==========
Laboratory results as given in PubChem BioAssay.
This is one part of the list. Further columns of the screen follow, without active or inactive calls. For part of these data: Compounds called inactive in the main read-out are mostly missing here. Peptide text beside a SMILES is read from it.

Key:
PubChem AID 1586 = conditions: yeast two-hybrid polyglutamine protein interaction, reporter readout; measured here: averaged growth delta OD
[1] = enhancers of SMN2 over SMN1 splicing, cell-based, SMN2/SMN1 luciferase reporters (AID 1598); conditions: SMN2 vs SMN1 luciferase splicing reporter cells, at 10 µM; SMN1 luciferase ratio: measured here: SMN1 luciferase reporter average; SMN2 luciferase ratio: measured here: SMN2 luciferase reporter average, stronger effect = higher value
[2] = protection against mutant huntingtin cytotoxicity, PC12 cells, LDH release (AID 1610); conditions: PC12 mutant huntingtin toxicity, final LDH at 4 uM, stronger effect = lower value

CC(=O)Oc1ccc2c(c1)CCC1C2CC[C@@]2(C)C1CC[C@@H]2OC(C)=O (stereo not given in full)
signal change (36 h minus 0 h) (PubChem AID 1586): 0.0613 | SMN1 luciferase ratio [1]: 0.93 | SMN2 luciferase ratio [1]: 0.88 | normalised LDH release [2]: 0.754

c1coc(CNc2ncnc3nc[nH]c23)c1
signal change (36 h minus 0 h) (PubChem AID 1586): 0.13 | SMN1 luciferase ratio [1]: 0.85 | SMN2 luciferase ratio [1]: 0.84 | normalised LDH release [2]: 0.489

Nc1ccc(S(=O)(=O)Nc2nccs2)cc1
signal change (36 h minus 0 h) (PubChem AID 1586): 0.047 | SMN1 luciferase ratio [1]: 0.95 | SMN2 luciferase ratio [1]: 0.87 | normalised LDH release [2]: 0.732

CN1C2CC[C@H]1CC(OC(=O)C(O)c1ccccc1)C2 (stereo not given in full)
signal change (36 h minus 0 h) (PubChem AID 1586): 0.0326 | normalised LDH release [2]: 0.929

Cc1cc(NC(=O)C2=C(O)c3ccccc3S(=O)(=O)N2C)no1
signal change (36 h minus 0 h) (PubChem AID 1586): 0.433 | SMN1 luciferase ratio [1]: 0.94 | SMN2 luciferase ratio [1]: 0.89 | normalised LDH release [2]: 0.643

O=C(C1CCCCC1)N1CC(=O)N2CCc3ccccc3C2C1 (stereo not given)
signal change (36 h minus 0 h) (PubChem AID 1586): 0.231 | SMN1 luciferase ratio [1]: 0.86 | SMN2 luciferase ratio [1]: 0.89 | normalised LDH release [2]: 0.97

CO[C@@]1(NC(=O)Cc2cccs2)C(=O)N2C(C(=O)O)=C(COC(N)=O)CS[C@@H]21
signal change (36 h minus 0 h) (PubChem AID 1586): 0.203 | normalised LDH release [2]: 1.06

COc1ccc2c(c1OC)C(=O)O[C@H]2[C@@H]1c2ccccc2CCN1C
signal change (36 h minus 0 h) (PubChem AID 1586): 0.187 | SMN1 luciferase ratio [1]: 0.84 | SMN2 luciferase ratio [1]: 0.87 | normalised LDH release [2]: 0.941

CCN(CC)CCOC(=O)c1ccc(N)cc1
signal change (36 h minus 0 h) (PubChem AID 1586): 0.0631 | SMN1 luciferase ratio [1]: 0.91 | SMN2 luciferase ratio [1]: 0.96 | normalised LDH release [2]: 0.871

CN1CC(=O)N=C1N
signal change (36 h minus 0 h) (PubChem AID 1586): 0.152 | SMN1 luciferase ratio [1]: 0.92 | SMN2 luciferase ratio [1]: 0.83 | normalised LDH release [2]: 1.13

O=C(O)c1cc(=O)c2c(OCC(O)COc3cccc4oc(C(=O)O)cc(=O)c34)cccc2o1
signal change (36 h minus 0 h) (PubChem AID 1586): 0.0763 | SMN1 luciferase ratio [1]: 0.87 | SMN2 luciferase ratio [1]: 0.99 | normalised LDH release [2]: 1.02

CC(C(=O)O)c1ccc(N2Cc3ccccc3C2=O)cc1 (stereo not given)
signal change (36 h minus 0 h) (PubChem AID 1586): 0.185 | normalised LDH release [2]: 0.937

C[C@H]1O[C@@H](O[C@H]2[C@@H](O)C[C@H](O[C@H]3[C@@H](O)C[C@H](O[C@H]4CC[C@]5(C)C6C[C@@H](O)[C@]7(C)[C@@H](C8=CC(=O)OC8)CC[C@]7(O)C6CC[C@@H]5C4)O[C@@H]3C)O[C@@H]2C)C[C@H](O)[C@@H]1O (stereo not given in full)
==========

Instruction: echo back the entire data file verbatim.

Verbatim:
Laboratory results as given in PubChem BioAssay.
This is one part of the list. Further columns of the screen follow, without active or inactive calls. For part of these data: Compounds called inactive in the main read-out are mostly missing here. Peptide text beside a SMILES is read from it.

Key:
PubChem AID 1586 = conditions: yeast two-hybrid polyglutamine protein interaction, reporter readout; measured here: averaged growth delta OD
[1] = enhancers of SMN2 over SMN1 splicing, cell-based, SMN2/SMN1 luciferase reporters (AID 1598); conditions: SMN2 vs SMN1 luciferase splicing reporter cells, at 10 µM; SMN1 luciferase ratio: measured here: SMN1 luciferase reporter average; SMN2 luciferase ratio: measured here: SMN2 luciferase reporter average, stronger effect = higher value
[2] = protection against mutant huntingtin cytotoxicity, PC12 cells, LDH release (AID 1610); conditions: PC12 mutant huntingtin toxicity, final LDH at 4 uM, stronger effect = lower value

CC(=O)Oc1ccc2c(c1)CCC1C2CC[C@@]2(C)C1CC[C@@H]2OC(C)=O (stereo not given in full)
signal change (36 h minus 0 h) (PubChem AID 1586): 0.0613 | SMN1 luciferase ratio [1]: 0.93 | SMN2 luciferase ratio [1]: 0.88 | normalised LDH release [2]: 0.754

c1coc(CNc2ncnc3nc[nH]c23)c1
signal change (36 h minus 0 h) (PubChem AID 1586): 0.13 | SMN1 luciferase ratio [1]: 0.85 | SMN2 luciferase ratio [1]: 0.84 | normalised LDH release [2]: 0.489

Nc1ccc(S(=O)(=O)Nc2nccs2)cc1
signal change (36 h minus 0 h) (PubChem AID 1586): 0.047 | SMN1 luciferase ratio [1]: 0.95 | SMN2 luciferase ratio [1]: 0.87 | normalised LDH release [2]: 0.732

CN1C2CC[C@H]1CC(OC(=O)C(O)c1ccccc1)C2 (stereo not given in full)
signal change (36 h minus 0 h) (PubChem AID 1586): 0.0326 | normalised LDH release [2]: 0.929

Cc1cc(NC(=O)C2=C(O)c3ccccc3S(=O)(=O)N2C)no1
signal change (36 h minus 0 h) (PubChem AID 1586): 0.433 | SMN1 luciferase ratio [1]: 0.94 | SMN2 luciferase ratio [1]: 0.89 | normalised LDH release [2]: 0.643

O=C(C1CCCCC1)N1CC(=O)N2CCc3ccccc3C2C1 (stereo not given)
signal change (36 h minus 0 h) (PubChem AID 1586): 0.231 | SMN1 luciferase ratio [1]: 0.86 | SMN2 luciferase ratio [1]: 0.89 | normalised LDH release [2]: 0.97

CO[C@@]1(NC(=O)Cc2cccs2)C(=O)N2C(C(=O)O)=C(COC(N)=O)CS[C@@H]21
signal change (36 h minus 0 h) (PubChem AID 1586): 0.203 | normalised LDH release [2]: 1.06

COc1ccc2c(c1OC)C(=O)O[C@H]2[C@@H]1c2ccccc2CCN1C
signal change (36 h minus 0 h) (PubChem AID 1586): 0.187 | SMN1 luciferase ratio [1]: 0.84 | SMN2 luciferase ratio [1]: 0.87 | normalised LDH release [2]: 0.941

CCN(CC)CCOC(=O)c1ccc(N)cc1
signal change (36 h minus 0 h) (PubChem AID 1586): 0.0631 | SMN1 luciferase ratio [1]: 0.91 | SMN2 luciferase ratio [1]: 0.96 | normalised LDH release [2]: 0.871

CN1CC(=O)N=C1N
signal change (36 h minus 0 h) (PubChem AID 1586): 0.152 | SMN1 luciferase ratio [1]: 0.92 | SMN2 luciferase ratio [1]: 0.83 | normalised LDH release [2]: 1.13

O=C(O)c1cc(=O)c2c(OCC(O)COc3cccc4oc(C(=O)O)cc(=O)c34)cccc2o1
signal change (36 h minus 0 h) (PubChem AID 1586): 0.0763 | SMN1 luciferase ratio [1]: 0.87 | SMN2 luciferase ratio [1]: 0.99 | normalised LDH release [2]: 1.02

CC(C(=O)O)c1ccc(N2Cc3ccccc3C2=O)cc1 (stereo not given)
signal change (36 h minus 0 h) (PubChem AID 1586): 0.185 | normalised LDH release [2]: 0.937

C[C@H]1O[C@@H](O[C@H]2[C@@H](O)C[C@H](O[C@H]3[C@@H](O)C[C@H](O[C@H]4CC[C@]5(C)C6C[C@@H](O)[C@]7(C)[C@@H](C8=CC(=O)OC8)CC[C@]7(O)C6CC[C@@H]5C4)O[C@@H]3C)O[C@@H]2C)C[C@H](O)[C@@H]1O (stereo not given in full)